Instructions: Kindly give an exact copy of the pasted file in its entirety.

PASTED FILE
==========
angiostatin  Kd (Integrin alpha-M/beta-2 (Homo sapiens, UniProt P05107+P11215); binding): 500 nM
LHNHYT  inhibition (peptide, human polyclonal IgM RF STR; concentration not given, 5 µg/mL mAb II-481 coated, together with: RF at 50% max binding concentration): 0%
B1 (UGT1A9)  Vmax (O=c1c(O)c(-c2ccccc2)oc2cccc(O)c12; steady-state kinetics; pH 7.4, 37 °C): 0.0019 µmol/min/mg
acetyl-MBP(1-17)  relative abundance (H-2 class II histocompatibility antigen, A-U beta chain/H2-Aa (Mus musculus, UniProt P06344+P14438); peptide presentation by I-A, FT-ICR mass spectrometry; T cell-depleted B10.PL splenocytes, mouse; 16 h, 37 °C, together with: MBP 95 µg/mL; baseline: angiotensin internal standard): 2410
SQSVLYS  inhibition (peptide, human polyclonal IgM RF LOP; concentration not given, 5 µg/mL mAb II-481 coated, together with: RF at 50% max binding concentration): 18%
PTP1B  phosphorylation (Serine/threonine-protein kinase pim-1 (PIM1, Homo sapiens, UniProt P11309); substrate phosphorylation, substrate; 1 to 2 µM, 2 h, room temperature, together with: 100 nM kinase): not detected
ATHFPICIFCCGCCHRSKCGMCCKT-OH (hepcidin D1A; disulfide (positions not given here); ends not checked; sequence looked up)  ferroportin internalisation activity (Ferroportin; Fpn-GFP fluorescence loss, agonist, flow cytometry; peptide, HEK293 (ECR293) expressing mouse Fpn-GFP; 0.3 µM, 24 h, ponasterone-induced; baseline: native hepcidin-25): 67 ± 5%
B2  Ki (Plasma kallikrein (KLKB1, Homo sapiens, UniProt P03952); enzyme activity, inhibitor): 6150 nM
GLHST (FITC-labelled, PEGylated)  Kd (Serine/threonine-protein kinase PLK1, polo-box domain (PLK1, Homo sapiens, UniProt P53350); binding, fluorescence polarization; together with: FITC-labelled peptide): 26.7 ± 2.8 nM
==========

angiostatin  Kd (Integrin alpha-M/beta-2 (Homo sapiens, UniProt P05107+P11215); binding): 500 nM
LHNHYT  inhibition (peptide, human polyclonal IgM RF STR; concentration not given, 5 µg/mL mAb II-481 coated, together with: RF at 50% max binding concentration): 0%
B1 (UGT1A9)  Vmax (O=c1c(O)c(-c2ccccc2)oc2cccc(O)c12; steady-state kinetics; pH 7.4, 37 °C): 0.0019 µmol/min/mg
acetyl-MBP(1-17)  relative abundance (H-2 class II histocompatibility antigen, A-U beta chain/H2-Aa (Mus musculus, UniProt P06344+P14438); peptide presentation by I-A, FT-ICR mass spectrometry; T cell-depleted B10.PL splenocytes, mouse; 16 h, 37 °C, together with: MBP 95 µg/mL; baseline: angiotensin internal standard): 2410
SQSVLYS  inhibition (peptide, human polyclonal IgM RF LOP; concentration not given, 5 µg/mL mAb II-481 coated, together with: RF at 50% max binding concentration): 18%
PTP1B  phosphorylation (Serine/threonine-protein kinase pim-1 (PIM1, Homo sapiens, UniProt P11309); substrate phosphorylation, substrate; 1 to 2 µM, 2 h, room temperature, together with: 100 nM kinase): not detected
ATHFPICIFCCGCCHRSKCGMCCKT-OH (hepcidin D1A; disulfide (positions not given here); ends not checked; sequence looked up)  ferroportin internalisation activity (Ferroportin; Fpn-GFP fluorescence loss, agonist, flow cytometry; peptide, HEK293 (ECR293) expressing mouse Fpn-GFP; 0.3 µM, 24 h, ponasterone-induced; baseline: native hepcidin-25): 67 ± 5%
B2  Ki (Plasma kallikrein (KLKB1, Homo sapiens, UniProt P03952); enzyme activity, inhibitor): 6150 nM
GLHST (FITC-labelled, PEGylated)  Kd (Serine/threonine-protein kinase PLK1, polo-box domain (PLK1, Homo sapiens, UniProt P53350); binding, fluorescence polarization; together with: FITC-labelled peptide): 26.7 ± 2.8 nM